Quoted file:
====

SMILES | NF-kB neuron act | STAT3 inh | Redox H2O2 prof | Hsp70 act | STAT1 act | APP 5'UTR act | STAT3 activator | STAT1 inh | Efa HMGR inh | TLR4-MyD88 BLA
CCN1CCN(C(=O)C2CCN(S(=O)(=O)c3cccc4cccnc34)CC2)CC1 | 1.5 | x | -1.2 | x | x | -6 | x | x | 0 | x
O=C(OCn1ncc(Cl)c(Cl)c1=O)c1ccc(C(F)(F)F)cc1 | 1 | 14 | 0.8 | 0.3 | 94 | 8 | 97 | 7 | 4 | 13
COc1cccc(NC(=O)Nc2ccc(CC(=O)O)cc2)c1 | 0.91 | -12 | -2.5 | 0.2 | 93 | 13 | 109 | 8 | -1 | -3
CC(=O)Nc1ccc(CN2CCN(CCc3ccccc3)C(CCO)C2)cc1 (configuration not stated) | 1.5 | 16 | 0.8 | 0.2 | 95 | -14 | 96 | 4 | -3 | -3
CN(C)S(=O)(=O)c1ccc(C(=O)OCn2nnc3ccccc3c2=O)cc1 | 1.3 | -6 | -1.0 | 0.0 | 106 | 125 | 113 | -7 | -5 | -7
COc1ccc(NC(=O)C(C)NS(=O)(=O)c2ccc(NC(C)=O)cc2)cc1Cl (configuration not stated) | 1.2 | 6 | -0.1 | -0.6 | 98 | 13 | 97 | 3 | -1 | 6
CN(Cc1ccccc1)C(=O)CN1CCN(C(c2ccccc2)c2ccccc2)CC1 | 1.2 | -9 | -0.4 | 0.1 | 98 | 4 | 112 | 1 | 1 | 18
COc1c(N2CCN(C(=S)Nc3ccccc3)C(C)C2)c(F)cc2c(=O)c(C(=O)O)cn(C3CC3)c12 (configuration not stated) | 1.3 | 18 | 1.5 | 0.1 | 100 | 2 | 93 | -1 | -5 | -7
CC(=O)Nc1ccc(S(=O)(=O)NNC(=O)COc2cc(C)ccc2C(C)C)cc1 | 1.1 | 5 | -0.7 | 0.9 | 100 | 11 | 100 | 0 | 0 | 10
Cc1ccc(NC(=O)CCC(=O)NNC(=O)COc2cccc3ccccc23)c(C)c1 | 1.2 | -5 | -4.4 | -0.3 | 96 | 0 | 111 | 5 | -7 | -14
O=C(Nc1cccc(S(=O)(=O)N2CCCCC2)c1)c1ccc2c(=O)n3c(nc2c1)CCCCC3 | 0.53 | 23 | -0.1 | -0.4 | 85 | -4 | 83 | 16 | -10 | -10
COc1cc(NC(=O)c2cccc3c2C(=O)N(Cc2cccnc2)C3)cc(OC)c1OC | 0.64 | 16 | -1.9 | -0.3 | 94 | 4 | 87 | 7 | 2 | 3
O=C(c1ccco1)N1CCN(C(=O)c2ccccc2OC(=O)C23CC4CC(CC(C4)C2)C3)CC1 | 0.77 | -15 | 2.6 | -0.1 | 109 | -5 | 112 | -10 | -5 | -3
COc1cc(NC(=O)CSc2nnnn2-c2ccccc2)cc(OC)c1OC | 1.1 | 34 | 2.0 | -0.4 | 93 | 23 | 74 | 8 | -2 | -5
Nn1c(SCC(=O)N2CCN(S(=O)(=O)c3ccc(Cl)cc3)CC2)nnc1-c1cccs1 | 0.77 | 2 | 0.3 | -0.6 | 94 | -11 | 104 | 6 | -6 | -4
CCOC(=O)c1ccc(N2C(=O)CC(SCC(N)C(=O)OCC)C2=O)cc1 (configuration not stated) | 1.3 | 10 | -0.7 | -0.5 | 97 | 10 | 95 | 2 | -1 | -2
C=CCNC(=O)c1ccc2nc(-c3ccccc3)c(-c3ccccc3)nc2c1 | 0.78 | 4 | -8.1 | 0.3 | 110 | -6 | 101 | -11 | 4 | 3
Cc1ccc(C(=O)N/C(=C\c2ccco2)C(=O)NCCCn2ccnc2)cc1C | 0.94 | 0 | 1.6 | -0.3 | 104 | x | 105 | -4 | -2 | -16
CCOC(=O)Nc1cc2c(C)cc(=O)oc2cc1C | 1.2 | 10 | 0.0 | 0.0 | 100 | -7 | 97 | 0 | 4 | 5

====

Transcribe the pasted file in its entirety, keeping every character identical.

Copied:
SMILES | NF-kB neuron act | STAT3 inh | Redox H2O2 prof | Hsp70 act | STAT1 act | APP 5'UTR act | STAT3 activator | STAT1 inh | Efa HMGR inh | TLR4-MyD88 BLA
CCN1CCN(C(=O)C2CCN(S(=O)(=O)c3cccc4cccnc34)CC2)CC1 | 1.5 | x | -1.2 | x | x | -6 | x | x | 0 | x
O=C(OCn1ncc(Cl)c(Cl)c1=O)c1ccc(C(F)(F)F)cc1 | 1 | 14 | 0.8 | 0.3 | 94 | 8 | 97 | 7 | 4 | 13
COc1cccc(NC(=O)Nc2ccc(CC(=O)O)cc2)c1 | 0.91 | -12 | -2.5 | 0.2 | 93 | 13 | 109 | 8 | -1 | -3
CC(=O)Nc1ccc(CN2CCN(CCc3ccccc3)C(CCO)C2)cc1 (configuration not stated) | 1.5 | 16 | 0.8 | 0.2 | 95 | -14 | 96 | 4 | -3 | -3
CN(C)S(=O)(=O)c1ccc(C(=O)OCn2nnc3ccccc3c2=O)cc1 | 1.3 | -6 | -1.0 | 0.0 | 106 | 125 | 113 | -7 | -5 | -7
COc1ccc(NC(=O)C(C)NS(=O)(=O)c2ccc(NC(C)=O)cc2)cc1Cl (configuration not stated) | 1.2 | 6 | -0.1 | -0.6 | 98 | 13 | 97 | 3 | -1 | 6
CN(Cc1ccccc1)C(=O)CN1CCN(C(c2ccccc2)c2ccccc2)CC1 | 1.2 | -9 | -0.4 | 0.1 | 98 | 4 | 112 | 1 | 1 | 18
COc1c(N2CCN(C(=S)Nc3ccccc3)C(C)C2)c(F)cc2c(=O)c(C(=O)O)cn(C3CC3)c12 (configuration not stated) | 1.3 | 18 | 1.5 | 0.1 | 100 | 2 | 93 | -1 | -5 | -7
CC(=O)Nc1ccc(S(=O)(=O)NNC(=O)COc2cc(C)ccc2C(C)C)cc1 | 1.1 | 5 | -0.7 | 0.9 | 100 | 11 | 100 | 0 | 0 | 10
Cc1ccc(NC(=O)CCC(=O)NNC(=O)COc2cccc3ccccc23)c(C)c1 | 1.2 | -5 | -4.4 | -0.3 | 96 | 0 | 111 | 5 | -7 | -14
O=C(Nc1cccc(S(=O)(=O)N2CCCCC2)c1)c1ccc2c(=O)n3c(nc2c1)CCCCC3 | 0.53 | 23 | -0.1 | -0.4 | 85 | -4 | 83 | 16 | -10 | -10
COc1cc(NC(=O)c2cccc3c2C(=O)N(Cc2cccnc2)C3)cc(OC)c1OC | 0.64 | 16 | -1.9 | -0.3 | 94 | 4 | 87 | 7 | 2 | 3
O=C(c1ccco1)N1CCN(C(=O)c2ccccc2OC(=O)C23CC4CC(CC(C4)C2)C3)CC1 | 0.77 | -15 | 2.6 | -0.1 | 109 | -5 | 112 | -10 | -5 | -3
COc1cc(NC(=O)CSc2nnnn2-c2ccccc2)cc(OC)c1OC | 1.1 | 34 | 2.0 | -0.4 | 93 | 23 | 74 | 8 | -2 | -5
Nn1c(SCC(=O)N2CCN(S(=O)(=O)c3ccc(Cl)cc3)CC2)nnc1-c1cccs1 | 0.77 | 2 | 0.3 | -0.6 | 94 | -11 | 104 | 6 | -6 | -4
CCOC(=O)c1ccc(N2C(=O)CC(SCC(N)C(=O)OCC)C2=O)cc1 (configuration not stated) | 1.3 | 10 | -0.7 | -0.5 | 97 | 10 | 95 | 2 | -1 | -2
C=CCNC(=O)c1ccc2nc(-c3ccccc3)c(-c3ccccc3)nc2c1 | 0.78 | 4 | -8.1 | 0.3 | 110 | -6 | 101 | -11 | 4 | 3
Cc1ccc(C(=O)N/C(=C\c2ccco2)C(=O)NCCCn2ccnc2)cc1C | 0.94 | 0 | 1.6 | -0.3 | 104 | x | 105 | -4 | -2 | -16
CCOC(=O)Nc1cc2c(C)cc(=O)oc2cc1C | 1.2 | 10 | 0.0 | 0.0 | 100 | -7 | 97 | 0 | 4 | 5